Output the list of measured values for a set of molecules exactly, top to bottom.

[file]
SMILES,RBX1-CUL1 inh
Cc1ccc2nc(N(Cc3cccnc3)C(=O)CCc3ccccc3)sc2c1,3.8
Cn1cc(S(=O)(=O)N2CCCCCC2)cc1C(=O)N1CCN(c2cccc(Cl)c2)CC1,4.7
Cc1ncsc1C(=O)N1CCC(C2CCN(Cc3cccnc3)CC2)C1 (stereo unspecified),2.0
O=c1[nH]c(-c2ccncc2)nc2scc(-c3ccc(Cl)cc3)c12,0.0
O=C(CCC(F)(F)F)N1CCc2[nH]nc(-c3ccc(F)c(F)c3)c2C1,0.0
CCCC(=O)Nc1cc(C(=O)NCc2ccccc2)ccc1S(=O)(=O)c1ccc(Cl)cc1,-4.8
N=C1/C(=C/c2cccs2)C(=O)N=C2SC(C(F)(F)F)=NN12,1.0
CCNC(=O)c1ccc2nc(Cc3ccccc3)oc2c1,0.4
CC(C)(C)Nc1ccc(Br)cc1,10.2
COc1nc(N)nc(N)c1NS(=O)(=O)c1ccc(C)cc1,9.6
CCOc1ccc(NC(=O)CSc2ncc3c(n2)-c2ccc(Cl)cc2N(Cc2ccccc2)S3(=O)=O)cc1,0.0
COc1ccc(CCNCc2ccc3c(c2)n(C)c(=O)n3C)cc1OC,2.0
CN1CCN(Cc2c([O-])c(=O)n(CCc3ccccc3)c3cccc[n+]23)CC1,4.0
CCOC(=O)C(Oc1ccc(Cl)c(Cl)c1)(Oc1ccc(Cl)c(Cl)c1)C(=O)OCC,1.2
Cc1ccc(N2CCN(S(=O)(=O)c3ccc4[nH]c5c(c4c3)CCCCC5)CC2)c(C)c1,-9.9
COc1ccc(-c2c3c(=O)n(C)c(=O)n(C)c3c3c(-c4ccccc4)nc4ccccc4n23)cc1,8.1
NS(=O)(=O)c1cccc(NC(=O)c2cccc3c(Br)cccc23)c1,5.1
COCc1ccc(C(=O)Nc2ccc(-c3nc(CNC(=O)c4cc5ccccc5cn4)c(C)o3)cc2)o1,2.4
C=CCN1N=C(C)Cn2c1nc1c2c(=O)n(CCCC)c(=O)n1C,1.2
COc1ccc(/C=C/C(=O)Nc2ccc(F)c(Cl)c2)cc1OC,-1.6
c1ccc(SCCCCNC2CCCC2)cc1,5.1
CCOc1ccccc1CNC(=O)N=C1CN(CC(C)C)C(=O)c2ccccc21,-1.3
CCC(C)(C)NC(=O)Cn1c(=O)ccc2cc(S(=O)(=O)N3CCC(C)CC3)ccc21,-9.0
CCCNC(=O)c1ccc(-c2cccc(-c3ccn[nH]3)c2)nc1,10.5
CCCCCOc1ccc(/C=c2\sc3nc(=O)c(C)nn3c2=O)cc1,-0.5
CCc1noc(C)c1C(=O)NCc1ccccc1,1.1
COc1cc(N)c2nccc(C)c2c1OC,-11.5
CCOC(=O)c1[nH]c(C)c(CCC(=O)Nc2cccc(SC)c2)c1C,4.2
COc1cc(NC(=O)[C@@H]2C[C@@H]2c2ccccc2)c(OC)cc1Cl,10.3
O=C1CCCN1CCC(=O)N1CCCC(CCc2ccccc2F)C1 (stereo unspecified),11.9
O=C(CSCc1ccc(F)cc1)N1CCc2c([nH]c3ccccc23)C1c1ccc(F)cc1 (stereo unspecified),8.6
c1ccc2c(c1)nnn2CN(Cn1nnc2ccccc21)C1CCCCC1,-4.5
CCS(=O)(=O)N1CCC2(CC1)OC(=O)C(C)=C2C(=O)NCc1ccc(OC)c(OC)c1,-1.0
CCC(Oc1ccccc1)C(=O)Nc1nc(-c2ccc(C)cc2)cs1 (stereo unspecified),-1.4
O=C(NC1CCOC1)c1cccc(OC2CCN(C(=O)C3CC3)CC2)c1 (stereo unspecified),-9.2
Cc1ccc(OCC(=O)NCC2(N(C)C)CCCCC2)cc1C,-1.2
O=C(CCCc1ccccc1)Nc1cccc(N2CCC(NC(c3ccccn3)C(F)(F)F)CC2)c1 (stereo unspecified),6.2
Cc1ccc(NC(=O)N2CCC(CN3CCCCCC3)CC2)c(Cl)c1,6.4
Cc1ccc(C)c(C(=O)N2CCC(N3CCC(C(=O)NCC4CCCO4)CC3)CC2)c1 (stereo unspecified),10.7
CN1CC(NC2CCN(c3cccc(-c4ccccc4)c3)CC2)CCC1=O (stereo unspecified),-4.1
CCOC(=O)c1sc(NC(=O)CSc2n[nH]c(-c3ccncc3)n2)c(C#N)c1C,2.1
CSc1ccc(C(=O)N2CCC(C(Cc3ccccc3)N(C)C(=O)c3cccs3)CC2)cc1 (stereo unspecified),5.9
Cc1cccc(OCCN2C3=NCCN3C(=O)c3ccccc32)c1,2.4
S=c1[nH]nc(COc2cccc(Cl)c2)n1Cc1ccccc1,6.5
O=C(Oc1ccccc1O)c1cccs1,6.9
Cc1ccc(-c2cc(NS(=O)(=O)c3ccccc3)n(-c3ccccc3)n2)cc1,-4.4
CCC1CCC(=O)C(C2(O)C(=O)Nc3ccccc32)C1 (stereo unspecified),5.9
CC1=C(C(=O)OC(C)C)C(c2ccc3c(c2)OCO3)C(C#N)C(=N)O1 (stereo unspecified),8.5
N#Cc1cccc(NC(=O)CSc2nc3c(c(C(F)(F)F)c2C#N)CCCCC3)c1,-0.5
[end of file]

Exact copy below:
SMILES,RBX1-CUL1 inh
Cc1ccc2nc(N(Cc3cccnc3)C(=O)CCc3ccccc3)sc2c1,3.8
Cn1cc(S(=O)(=O)N2CCCCCC2)cc1C(=O)N1CCN(c2cccc(Cl)c2)CC1,4.7
Cc1ncsc1C(=O)N1CCC(C2CCN(Cc3cccnc3)CC2)C1 (stereo unspecified),2.0
O=c1[nH]c(-c2ccncc2)nc2scc(-c3ccc(Cl)cc3)c12,0.0
O=C(CCC(F)(F)F)N1CCc2[nH]nc(-c3ccc(F)c(F)c3)c2C1,0.0
CCCC(=O)Nc1cc(C(=O)NCc2ccccc2)ccc1S(=O)(=O)c1ccc(Cl)cc1,-4.8
N=C1/C(=C/c2cccs2)C(=O)N=C2SC(C(F)(F)F)=NN12,1.0
CCNC(=O)c1ccc2nc(Cc3ccccc3)oc2c1,0.4
CC(C)(C)Nc1ccc(Br)cc1,10.2
COc1nc(N)nc(N)c1NS(=O)(=O)c1ccc(C)cc1,9.6
CCOc1ccc(NC(=O)CSc2ncc3c(n2)-c2ccc(Cl)cc2N(Cc2ccccc2)S3(=O)=O)cc1,0.0
COc1ccc(CCNCc2ccc3c(c2)n(C)c(=O)n3C)cc1OC,2.0
CN1CCN(Cc2c([O-])c(=O)n(CCc3ccccc3)c3cccc[n+]23)CC1,4.0
CCOC(=O)C(Oc1ccc(Cl)c(Cl)c1)(Oc1ccc(Cl)c(Cl)c1)C(=O)OCC,1.2
Cc1ccc(N2CCN(S(=O)(=O)c3ccc4[nH]c5c(c4c3)CCCCC5)CC2)c(C)c1,-9.9
COc1ccc(-c2c3c(=O)n(C)c(=O)n(C)c3c3c(-c4ccccc4)nc4ccccc4n23)cc1,8.1
NS(=O)(=O)c1cccc(NC(=O)c2cccc3c(Br)cccc23)c1,5.1
COCc1ccc(C(=O)Nc2ccc(-c3nc(CNC(=O)c4cc5ccccc5cn4)c(C)o3)cc2)o1,2.4
C=CCN1N=C(C)Cn2c1nc1c2c(=O)n(CCCC)c(=O)n1C,1.2
COc1ccc(/C=C/C(=O)Nc2ccc(F)c(Cl)c2)cc1OC,-1.6
c1ccc(SCCCCNC2CCCC2)cc1,5.1
CCOc1ccccc1CNC(=O)N=C1CN(CC(C)C)C(=O)c2ccccc21,-1.3
CCC(C)(C)NC(=O)Cn1c(=O)ccc2cc(S(=O)(=O)N3CCC(C)CC3)ccc21,-9.0
CCCNC(=O)c1ccc(-c2cccc(-c3ccn[nH]3)c2)nc1,10.5
CCCCCOc1ccc(/C=c2\sc3nc(=O)c(C)nn3c2=O)cc1,-0.5
CCc1noc(C)c1C(=O)NCc1ccccc1,1.1
COc1cc(N)c2nccc(C)c2c1OC,-11.5
CCOC(=O)c1[nH]c(C)c(CCC(=O)Nc2cccc(SC)c2)c1C,4.2
COc1cc(NC(=O)[C@@H]2C[C@@H]2c2ccccc2)c(OC)cc1Cl,10.3
O=C1CCCN1CCC(=O)N1CCCC(CCc2ccccc2F)C1 (stereo unspecified),11.9
O=C(CSCc1ccc(F)cc1)N1CCc2c([nH]c3ccccc23)C1c1ccc(F)cc1 (stereo unspecified),8.6
c1ccc2c(c1)nnn2CN(Cn1nnc2ccccc21)C1CCCCC1,-4.5
CCS(=O)(=O)N1CCC2(CC1)OC(=O)C(C)=C2C(=O)NCc1ccc(OC)c(OC)c1,-1.0
CCC(Oc1ccccc1)C(=O)Nc1nc(-c2ccc(C)cc2)cs1 (stereo unspecified),-1.4
O=C(NC1CCOC1)c1cccc(OC2CCN(C(=O)C3CC3)CC2)c1 (stereo unspecified),-9.2
Cc1ccc(OCC(=O)NCC2(N(C)C)CCCCC2)cc1C,-1.2
O=C(CCCc1ccccc1)Nc1cccc(N2CCC(NC(c3ccccn3)C(F)(F)F)CC2)c1 (stereo unspecified),6.2
Cc1ccc(NC(=O)N2CCC(CN3CCCCCC3)CC2)c(Cl)c1,6.4
Cc1ccc(C)c(C(=O)N2CCC(N3CCC(C(=O)NCC4CCCO4)CC3)CC2)c1 (stereo unspecified),10.7
CN1CC(NC2CCN(c3cccc(-c4ccccc4)c3)CC2)CCC1=O (stereo unspecified),-4.1
CCOC(=O)c1sc(NC(=O)CSc2n[nH]c(-c3ccncc3)n2)c(C#N)c1C,2.1
CSc1ccc(C(=O)N2CCC(C(Cc3ccccc3)N(C)C(=O)c3cccs3)CC2)cc1 (stereo unspecified),5.9
Cc1cccc(OCCN2C3=NCCN3C(=O)c3ccccc32)c1,2.4
S=c1[nH]nc(COc2cccc(Cl)c2)n1Cc1ccccc1,6.5
O=C(Oc1ccccc1O)c1cccs1,6.9
Cc1ccc(-c2cc(NS(=O)(=O)c3ccccc3)n(-c3ccccc3)n2)cc1,-4.4
CCC1CCC(=O)C(C2(O)C(=O)Nc3ccccc32)C1 (stereo unspecified),5.9
CC1=C(C(=O)OC(C)C)C(c2ccc3c(c2)OCO3)C(C#N)C(=N)O1 (stereo unspecified),8.5
N#Cc1cccc(NC(=O)CSc2nc3c(c(C(F)(F)F)c2C#N)CCCCC3)c1,-0.5